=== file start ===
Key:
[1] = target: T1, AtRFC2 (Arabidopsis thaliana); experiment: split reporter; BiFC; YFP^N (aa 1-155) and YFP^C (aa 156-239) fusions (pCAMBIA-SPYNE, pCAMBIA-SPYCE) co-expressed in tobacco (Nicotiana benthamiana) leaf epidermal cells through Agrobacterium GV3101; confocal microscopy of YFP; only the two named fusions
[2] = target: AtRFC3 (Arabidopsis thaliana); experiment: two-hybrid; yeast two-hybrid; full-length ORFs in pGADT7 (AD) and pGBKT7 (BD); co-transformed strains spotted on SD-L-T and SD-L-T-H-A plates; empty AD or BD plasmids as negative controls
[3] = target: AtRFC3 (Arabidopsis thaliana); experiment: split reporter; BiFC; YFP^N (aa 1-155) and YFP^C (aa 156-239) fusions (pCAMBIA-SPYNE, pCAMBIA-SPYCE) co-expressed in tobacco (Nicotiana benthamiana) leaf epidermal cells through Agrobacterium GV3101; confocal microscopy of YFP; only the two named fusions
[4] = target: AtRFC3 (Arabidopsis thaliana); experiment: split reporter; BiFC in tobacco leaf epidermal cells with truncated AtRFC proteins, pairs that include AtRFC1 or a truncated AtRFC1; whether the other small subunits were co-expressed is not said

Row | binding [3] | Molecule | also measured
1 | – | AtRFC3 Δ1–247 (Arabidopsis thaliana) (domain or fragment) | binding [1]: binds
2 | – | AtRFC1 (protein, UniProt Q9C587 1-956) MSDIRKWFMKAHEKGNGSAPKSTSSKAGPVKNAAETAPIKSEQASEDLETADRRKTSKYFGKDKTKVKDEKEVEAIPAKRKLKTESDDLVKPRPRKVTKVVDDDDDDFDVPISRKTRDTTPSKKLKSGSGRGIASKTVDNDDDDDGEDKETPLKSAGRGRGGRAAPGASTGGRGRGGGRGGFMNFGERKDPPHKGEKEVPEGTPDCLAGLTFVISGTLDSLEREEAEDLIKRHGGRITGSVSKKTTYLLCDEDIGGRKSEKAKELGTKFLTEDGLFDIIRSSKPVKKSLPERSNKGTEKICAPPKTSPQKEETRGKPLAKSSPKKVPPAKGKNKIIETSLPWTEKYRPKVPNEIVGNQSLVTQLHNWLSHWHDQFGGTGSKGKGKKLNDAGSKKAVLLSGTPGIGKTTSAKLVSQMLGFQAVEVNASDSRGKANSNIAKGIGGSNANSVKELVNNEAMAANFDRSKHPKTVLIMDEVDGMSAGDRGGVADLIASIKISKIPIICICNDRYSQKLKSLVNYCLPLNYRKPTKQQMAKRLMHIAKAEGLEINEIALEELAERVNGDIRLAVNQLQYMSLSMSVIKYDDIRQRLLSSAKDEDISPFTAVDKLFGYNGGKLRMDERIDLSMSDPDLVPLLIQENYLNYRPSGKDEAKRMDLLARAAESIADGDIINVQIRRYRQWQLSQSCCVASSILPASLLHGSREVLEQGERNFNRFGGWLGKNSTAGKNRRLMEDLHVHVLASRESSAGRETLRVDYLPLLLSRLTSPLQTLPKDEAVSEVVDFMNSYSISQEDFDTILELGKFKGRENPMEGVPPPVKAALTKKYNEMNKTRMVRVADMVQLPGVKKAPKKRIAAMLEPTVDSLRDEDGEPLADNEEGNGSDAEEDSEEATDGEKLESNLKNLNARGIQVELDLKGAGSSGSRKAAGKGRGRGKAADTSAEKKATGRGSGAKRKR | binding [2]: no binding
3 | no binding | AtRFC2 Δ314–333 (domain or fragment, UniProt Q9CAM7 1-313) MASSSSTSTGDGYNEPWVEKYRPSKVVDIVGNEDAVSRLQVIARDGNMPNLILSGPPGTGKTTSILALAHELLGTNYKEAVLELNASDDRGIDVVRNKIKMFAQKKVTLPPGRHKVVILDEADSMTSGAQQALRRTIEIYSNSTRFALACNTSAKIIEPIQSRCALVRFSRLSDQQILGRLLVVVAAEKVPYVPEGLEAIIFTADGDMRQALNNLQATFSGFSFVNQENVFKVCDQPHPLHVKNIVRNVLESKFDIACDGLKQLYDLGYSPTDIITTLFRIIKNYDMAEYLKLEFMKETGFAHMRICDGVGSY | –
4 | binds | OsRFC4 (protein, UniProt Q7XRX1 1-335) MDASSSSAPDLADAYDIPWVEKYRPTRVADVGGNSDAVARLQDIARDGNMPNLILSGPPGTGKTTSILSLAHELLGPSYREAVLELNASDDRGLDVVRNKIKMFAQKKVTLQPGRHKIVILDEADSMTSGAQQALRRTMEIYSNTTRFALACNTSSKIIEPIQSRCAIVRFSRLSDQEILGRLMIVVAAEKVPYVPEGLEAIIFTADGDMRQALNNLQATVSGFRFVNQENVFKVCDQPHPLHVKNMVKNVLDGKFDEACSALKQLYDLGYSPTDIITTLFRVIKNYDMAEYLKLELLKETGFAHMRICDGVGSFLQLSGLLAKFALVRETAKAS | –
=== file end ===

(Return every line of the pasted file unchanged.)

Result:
Key:
[1] = target: T1, AtRFC2 (Arabidopsis thaliana); experiment: split reporter; BiFC; YFP^N (aa 1-155) and YFP^C (aa 156-239) fusions (pCAMBIA-SPYNE, pCAMBIA-SPYCE) co-expressed in tobacco (Nicotiana benthamiana) leaf epidermal cells through Agrobacterium GV3101; confocal microscopy of YFP; only the two named fusions
[2] = target: AtRFC3 (Arabidopsis thaliana); experiment: two-hybrid; yeast two-hybrid; full-length ORFs in pGADT7 (AD) and pGBKT7 (BD); co-transformed strains spotted on SD-L-T and SD-L-T-H-A plates; empty AD or BD plasmids as negative controls
[3] = target: AtRFC3 (Arabidopsis thaliana); experiment: split reporter; BiFC; YFP^N (aa 1-155) and YFP^C (aa 156-239) fusions (pCAMBIA-SPYNE, pCAMBIA-SPYCE) co-expressed in tobacco (Nicotiana benthamiana) leaf epidermal cells through Agrobacterium GV3101; confocal microscopy of YFP; only the two named fusions
[4] = target: AtRFC3 (Arabidopsis thaliana); experiment: split reporter; BiFC in tobacco leaf epidermal cells with truncated AtRFC proteins, pairs that include AtRFC1 or a truncated AtRFC1; whether the other small subunits were co-expressed is not said

Row | binding [3] | Molecule | also measured
1 | – | AtRFC3 Δ1–247 (Arabidopsis thaliana) (domain or fragment) | binding [1]: binds
2 | – | AtRFC1 (protein, UniProt Q9C587 1-956) MSDIRKWFMKAHEKGNGSAPKSTSSKAGPVKNAAETAPIKSEQASEDLETADRRKTSKYFGKDKTKVKDEKEVEAIPAKRKLKTESDDLVKPRPRKVTKVVDDDDDDFDVPISRKTRDTTPSKKLKSGSGRGIASKTVDNDDDDDGEDKETPLKSAGRGRGGRAAPGASTGGRGRGGGRGGFMNFGERKDPPHKGEKEVPEGTPDCLAGLTFVISGTLDSLEREEAEDLIKRHGGRITGSVSKKTTYLLCDEDIGGRKSEKAKELGTKFLTEDGLFDIIRSSKPVKKSLPERSNKGTEKICAPPKTSPQKEETRGKPLAKSSPKKVPPAKGKNKIIETSLPWTEKYRPKVPNEIVGNQSLVTQLHNWLSHWHDQFGGTGSKGKGKKLNDAGSKKAVLLSGTPGIGKTTSAKLVSQMLGFQAVEVNASDSRGKANSNIAKGIGGSNANSVKELVNNEAMAANFDRSKHPKTVLIMDEVDGMSAGDRGGVADLIASIKISKIPIICICNDRYSQKLKSLVNYCLPLNYRKPTKQQMAKRLMHIAKAEGLEINEIALEELAERVNGDIRLAVNQLQYMSLSMSVIKYDDIRQRLLSSAKDEDISPFTAVDKLFGYNGGKLRMDERIDLSMSDPDLVPLLIQENYLNYRPSGKDEAKRMDLLARAAESIADGDIINVQIRRYRQWQLSQSCCVASSILPASLLHGSREVLEQGERNFNRFGGWLGKNSTAGKNRRLMEDLHVHVLASRESSAGRETLRVDYLPLLLSRLTSPLQTLPKDEAVSEVVDFMNSYSISQEDFDTILELGKFKGRENPMEGVPPPVKAALTKKYNEMNKTRMVRVADMVQLPGVKKAPKKRIAAMLEPTVDSLRDEDGEPLADNEEGNGSDAEEDSEEATDGEKLESNLKNLNARGIQVELDLKGAGSSGSRKAAGKGRGRGKAADTSAEKKATGRGSGAKRKR | binding [2]: no binding
3 | no binding | AtRFC2 Δ314–333 (domain or fragment, UniProt Q9CAM7 1-313) MASSSSTSTGDGYNEPWVEKYRPSKVVDIVGNEDAVSRLQVIARDGNMPNLILSGPPGTGKTTSILALAHELLGTNYKEAVLELNASDDRGIDVVRNKIKMFAQKKVTLPPGRHKVVILDEADSMTSGAQQALRRTIEIYSNSTRFALACNTSAKIIEPIQSRCALVRFSRLSDQQILGRLLVVVAAEKVPYVPEGLEAIIFTADGDMRQALNNLQATFSGFSFVNQENVFKVCDQPHPLHVKNIVRNVLESKFDIACDGLKQLYDLGYSPTDIITTLFRIIKNYDMAEYLKLEFMKETGFAHMRICDGVGSY | –
4 | binds | OsRFC4 (protein, UniProt Q7XRX1 1-335) MDASSSSAPDLADAYDIPWVEKYRPTRVADVGGNSDAVARLQDIARDGNMPNLILSGPPGTGKTTSILSLAHELLGPSYREAVLELNASDDRGLDVVRNKIKMFAQKKVTLQPGRHKIVILDEADSMTSGAQQALRRTMEIYSNTTRFALACNTSSKIIEPIQSRCAIVRFSRLSDQEILGRLMIVVAAEKVPYVPEGLEAIIFTADGDMRQALNNLQATVSGFRFVNQENVFKVCDQPHPLHVKNMVKNVLDGKFDEACSALKQLYDLGYSPTDIITTLFRVIKNYDMAEYLKLELLKETGFAHMRICDGVGSFLQLSGLLAKFALVRETAKAS | –